Steve Sabo is the executive director of Point Breeze Community Development Corp. (CDC). Sabo has worked for over a year-and-a-half at the CDC, starting there in August 2014. A graduate of LaSalle University, Sabo not only works in Point Breeze, but he has also lived in the neighborhood for nearly seven years.
How did you get into this position?
It started on Martin Luther King Day in 2013, and that was actually before I was involved in the CDC part of it. I’ve been involved in the neighborhood since before we moved in. Before the CDC, we were involved in neighborhood cleanups, zoning meetings and other neighborhood meetings regarding new businesses in Point Breeze.
I also, in 2014, ran for committee person in my division here in the 36th ward, and was unsuccessful. It was my first real taste of Philadelphia politics, and how ugly it can be sometimes, but it was also an education as to how important street-level politics are.
What exactly does this corporation do? What are its goals?
Our major goal is to help commercial development on Point Breeze Avenue. Point Breeze Avenue was at one time a booming street of any kind of business you could imagine. It was once a bustling commercial corridor, and if you walk down it now, the majority of buildings are actually vacant. Some of the businesses, there’s three, four, five types of the same business, and it’s severely lacking in basic amenities. It’s tough to find fresh fruit and vegetables without having to get into your car and drive someplace for it, and that’s a really horrible thing.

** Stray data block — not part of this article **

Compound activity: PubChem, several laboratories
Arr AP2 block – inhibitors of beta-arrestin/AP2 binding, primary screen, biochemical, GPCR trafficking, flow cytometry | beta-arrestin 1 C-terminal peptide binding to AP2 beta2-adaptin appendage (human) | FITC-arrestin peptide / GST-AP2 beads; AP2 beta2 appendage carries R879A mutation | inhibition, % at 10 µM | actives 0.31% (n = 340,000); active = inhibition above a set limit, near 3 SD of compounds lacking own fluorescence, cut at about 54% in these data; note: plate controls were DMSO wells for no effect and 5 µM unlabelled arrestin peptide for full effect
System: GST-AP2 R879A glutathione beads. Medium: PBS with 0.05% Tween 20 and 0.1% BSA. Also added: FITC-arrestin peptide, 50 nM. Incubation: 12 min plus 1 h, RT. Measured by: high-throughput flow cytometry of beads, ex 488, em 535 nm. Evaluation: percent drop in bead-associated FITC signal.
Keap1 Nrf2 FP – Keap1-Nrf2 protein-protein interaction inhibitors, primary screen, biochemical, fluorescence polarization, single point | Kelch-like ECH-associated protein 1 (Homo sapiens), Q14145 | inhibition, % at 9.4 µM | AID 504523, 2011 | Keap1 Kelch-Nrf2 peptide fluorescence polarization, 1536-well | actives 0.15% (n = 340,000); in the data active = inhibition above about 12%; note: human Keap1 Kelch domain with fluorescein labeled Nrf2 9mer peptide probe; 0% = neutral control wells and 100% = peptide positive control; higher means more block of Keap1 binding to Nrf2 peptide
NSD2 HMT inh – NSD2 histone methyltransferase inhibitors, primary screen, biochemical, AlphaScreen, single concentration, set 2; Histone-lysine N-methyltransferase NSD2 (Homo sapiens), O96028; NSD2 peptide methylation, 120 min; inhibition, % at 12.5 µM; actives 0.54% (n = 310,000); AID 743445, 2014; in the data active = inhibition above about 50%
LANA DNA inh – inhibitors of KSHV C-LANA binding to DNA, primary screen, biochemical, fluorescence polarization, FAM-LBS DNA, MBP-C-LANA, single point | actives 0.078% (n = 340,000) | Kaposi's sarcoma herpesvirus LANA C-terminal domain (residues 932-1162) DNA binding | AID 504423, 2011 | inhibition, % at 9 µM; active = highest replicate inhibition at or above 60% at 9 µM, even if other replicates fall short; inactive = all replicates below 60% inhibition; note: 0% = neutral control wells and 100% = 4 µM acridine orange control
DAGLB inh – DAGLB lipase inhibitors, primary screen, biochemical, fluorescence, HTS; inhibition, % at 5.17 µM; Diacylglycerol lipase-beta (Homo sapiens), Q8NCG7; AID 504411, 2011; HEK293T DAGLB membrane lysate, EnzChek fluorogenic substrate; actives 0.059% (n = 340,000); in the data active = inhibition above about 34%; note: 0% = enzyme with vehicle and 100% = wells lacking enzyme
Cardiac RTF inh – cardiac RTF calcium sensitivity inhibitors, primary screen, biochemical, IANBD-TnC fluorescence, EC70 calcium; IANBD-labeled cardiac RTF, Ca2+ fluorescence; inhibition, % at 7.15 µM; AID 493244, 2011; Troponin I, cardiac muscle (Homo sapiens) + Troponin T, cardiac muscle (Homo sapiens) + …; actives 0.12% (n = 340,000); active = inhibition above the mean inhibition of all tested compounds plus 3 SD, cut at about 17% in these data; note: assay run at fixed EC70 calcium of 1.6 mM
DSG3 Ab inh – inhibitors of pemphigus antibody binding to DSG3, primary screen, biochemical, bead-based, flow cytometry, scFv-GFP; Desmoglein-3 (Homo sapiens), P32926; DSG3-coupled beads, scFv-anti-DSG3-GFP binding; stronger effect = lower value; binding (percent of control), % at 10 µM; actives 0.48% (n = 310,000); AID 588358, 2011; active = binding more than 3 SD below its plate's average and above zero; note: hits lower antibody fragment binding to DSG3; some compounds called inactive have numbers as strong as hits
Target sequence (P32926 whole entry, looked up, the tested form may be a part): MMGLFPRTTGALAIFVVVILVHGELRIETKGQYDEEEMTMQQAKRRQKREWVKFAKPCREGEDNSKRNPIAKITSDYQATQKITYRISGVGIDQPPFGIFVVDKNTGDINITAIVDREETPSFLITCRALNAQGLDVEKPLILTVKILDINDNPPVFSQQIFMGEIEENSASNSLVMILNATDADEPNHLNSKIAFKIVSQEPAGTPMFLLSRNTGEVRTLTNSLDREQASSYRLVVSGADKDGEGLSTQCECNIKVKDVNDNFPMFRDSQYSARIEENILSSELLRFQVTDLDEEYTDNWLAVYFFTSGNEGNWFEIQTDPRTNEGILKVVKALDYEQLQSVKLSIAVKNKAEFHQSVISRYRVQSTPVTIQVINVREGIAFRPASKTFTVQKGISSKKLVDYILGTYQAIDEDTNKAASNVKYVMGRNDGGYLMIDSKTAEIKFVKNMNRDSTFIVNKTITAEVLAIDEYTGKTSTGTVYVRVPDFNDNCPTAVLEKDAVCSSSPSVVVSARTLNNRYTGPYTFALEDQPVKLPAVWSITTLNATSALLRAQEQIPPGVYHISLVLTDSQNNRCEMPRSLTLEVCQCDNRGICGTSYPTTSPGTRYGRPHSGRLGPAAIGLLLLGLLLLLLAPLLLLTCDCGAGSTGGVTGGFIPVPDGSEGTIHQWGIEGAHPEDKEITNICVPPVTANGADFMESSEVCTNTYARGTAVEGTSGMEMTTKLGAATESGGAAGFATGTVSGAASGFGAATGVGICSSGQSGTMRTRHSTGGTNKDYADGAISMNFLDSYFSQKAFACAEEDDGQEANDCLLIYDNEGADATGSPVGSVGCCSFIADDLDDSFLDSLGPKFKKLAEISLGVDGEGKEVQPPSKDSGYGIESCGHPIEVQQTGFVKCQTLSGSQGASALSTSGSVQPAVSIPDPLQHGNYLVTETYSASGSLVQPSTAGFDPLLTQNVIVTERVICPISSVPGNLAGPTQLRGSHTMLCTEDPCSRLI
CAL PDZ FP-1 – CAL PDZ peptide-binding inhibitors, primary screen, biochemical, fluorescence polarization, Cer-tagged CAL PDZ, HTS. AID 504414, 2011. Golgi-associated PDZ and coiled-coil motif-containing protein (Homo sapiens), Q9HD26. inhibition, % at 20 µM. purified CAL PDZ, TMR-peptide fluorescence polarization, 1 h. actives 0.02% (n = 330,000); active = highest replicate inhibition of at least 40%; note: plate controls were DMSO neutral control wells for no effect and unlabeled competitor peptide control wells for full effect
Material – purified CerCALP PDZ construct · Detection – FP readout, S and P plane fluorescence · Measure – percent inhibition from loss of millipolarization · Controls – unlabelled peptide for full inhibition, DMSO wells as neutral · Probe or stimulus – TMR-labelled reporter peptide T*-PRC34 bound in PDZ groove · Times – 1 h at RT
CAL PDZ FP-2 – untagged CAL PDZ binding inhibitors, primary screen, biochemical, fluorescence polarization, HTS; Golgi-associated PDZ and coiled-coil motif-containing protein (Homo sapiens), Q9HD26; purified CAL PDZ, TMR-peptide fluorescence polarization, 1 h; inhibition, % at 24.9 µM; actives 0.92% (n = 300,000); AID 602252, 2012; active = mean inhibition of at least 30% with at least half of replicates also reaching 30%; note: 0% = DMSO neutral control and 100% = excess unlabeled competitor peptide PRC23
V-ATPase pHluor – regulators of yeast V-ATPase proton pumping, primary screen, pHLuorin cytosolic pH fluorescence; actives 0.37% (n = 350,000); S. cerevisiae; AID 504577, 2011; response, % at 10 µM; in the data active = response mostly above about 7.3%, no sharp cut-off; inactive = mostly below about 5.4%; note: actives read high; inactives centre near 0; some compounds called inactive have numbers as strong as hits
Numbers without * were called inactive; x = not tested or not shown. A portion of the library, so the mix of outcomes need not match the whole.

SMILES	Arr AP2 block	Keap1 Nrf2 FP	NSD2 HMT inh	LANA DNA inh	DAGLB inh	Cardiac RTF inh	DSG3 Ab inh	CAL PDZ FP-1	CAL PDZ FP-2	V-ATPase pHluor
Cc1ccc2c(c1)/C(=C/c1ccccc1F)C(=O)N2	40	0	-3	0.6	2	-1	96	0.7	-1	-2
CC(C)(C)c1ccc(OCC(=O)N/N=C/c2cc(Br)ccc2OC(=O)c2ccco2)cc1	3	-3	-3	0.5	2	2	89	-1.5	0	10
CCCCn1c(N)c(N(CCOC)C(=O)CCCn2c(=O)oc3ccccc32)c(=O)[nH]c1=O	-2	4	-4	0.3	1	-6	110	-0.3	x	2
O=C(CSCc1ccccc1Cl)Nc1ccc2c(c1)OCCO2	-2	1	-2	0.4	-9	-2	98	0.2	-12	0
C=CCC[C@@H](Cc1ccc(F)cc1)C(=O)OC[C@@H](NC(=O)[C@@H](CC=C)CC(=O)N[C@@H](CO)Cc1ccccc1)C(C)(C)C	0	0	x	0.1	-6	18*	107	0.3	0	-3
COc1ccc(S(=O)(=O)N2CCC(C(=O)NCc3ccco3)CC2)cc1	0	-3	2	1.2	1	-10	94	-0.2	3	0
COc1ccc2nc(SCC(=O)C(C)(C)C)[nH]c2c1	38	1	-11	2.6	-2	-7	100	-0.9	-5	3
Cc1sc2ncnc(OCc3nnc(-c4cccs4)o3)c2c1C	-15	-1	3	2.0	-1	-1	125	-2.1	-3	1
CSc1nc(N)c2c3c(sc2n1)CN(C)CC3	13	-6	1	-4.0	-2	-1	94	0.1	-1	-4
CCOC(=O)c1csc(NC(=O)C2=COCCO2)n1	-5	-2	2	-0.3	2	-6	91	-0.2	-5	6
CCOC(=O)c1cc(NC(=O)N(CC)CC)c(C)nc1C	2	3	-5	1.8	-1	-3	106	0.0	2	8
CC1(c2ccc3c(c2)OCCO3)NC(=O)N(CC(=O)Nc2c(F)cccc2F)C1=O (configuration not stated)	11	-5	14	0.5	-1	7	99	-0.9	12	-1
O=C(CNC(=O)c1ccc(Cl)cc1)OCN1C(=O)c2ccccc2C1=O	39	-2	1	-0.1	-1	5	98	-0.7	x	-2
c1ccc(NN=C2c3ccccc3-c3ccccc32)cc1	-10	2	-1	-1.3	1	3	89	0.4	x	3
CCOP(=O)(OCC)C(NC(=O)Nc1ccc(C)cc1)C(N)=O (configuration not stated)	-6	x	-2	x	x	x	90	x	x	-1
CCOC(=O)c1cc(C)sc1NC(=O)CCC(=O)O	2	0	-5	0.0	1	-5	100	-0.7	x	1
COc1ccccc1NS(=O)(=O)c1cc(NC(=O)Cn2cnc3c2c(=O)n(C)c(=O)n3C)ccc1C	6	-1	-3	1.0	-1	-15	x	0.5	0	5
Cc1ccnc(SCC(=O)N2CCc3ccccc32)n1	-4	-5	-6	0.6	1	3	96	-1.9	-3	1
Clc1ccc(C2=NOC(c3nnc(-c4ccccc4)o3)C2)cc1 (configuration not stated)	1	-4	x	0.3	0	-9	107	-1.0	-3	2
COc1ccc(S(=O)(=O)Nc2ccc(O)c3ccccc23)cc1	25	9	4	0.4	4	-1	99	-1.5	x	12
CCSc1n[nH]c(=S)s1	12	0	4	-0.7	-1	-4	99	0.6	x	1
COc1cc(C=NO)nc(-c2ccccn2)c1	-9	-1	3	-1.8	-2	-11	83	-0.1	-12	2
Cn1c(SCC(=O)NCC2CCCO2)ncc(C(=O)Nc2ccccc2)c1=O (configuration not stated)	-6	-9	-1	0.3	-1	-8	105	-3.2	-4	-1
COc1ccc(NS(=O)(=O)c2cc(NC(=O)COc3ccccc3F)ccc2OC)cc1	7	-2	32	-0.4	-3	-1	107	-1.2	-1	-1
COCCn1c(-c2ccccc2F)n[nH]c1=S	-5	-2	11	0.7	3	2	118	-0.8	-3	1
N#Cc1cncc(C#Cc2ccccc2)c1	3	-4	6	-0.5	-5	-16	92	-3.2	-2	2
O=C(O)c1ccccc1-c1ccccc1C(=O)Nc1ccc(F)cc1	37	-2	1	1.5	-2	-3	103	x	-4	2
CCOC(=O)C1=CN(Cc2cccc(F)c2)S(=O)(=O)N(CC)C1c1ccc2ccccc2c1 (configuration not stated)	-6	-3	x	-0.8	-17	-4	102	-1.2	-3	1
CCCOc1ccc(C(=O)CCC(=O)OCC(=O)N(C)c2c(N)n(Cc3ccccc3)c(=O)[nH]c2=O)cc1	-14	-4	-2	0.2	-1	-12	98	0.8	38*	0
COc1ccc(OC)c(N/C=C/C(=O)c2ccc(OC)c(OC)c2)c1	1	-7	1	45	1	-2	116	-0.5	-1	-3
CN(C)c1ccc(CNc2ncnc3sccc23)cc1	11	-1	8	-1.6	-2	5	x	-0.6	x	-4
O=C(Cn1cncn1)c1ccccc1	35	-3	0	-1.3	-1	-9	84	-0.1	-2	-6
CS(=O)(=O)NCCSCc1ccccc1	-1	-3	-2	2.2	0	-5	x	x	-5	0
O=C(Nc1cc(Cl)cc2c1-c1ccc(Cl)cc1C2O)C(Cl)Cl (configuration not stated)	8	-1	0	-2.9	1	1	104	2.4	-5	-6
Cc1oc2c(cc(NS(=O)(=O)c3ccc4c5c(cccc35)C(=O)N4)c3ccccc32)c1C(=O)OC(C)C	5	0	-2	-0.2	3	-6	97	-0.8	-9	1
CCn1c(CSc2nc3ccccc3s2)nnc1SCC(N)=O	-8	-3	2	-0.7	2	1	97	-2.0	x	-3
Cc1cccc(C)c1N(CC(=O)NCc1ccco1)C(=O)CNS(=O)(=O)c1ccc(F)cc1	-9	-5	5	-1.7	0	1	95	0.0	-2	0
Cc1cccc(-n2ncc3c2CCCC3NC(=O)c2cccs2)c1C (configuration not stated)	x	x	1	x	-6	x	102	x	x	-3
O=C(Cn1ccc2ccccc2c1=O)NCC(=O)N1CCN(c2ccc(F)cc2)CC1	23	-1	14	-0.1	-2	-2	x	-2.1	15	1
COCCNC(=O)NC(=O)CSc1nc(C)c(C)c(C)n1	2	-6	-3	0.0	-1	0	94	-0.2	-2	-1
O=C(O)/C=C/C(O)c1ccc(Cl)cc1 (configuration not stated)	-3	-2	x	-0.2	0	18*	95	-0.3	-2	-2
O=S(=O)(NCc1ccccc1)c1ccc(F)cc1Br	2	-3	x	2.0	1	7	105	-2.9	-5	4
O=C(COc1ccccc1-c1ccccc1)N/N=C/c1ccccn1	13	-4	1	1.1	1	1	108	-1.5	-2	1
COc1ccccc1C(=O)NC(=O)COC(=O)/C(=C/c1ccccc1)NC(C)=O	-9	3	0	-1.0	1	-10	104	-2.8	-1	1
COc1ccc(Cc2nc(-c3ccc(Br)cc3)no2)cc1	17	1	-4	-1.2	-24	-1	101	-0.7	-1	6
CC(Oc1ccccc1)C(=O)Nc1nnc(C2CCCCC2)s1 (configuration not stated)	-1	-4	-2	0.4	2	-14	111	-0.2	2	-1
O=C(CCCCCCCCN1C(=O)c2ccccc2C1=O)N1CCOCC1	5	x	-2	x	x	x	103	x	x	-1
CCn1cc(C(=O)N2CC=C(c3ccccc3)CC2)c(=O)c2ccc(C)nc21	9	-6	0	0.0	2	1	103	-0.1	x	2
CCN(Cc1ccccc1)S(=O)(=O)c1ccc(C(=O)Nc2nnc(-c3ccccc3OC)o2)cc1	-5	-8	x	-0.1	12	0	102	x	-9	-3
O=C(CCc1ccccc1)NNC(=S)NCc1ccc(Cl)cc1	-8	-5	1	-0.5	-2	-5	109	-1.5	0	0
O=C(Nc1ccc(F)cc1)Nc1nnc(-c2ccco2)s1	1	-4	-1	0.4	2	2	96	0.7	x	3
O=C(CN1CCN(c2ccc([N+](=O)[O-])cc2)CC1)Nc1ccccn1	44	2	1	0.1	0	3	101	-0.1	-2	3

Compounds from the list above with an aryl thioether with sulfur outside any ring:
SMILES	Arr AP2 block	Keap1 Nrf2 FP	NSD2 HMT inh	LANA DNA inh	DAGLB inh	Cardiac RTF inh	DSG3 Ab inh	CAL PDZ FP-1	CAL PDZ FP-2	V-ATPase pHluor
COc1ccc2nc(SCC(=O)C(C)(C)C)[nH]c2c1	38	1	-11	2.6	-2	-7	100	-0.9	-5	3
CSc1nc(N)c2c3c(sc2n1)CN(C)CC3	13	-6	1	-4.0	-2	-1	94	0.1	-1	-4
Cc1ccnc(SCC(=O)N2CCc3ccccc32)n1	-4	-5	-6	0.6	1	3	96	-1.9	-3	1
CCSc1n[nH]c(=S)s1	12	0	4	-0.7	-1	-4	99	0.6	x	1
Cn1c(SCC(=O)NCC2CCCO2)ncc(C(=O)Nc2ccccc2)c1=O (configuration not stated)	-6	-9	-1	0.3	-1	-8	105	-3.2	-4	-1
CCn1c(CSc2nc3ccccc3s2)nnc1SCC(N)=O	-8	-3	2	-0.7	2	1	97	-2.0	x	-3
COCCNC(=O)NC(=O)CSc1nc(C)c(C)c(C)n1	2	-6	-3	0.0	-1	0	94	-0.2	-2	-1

It’s our goal to help spur growth, especially along the commercial corridor of Point Breeze Avenue. In addition to that, we provide a place where people can come in, as you can see we have extra computers here for people who are looking for work, who may not have a computer at work, to do very basic things that a lot of people use computers for these days.
We’re involved in things like neighborhood cleanups. One of my pet peeves is trash … so I try to make sure that the CDC is involved in keeping, at the very least, this five-point intersection as clean as possible, and helping to get residents more involved in getting out and doing basic clean ups and things like that.
On a regular day, what are your duties?
I try to, through various contacts, find businesses that may be interested in coming to Point Breeze Avenue, which has proved to be pretty difficult for any number of reasons.
Over the course of the day, we have people that come in here looking for certain services that we can help them with. A lot of seniors will come in looking for help. A lot of that on my end consists of pointing them to the office of their elected officials, because they’re services that are provided by the city, by the state. Also helping anybody that happens to come in and need to use a computer.
These aren’t advertised services that we provide, but if someone comes in looking for help, we just kind of, at the risk of sounding corny, try to be a “shining light” in the neighborhood and help any way we can.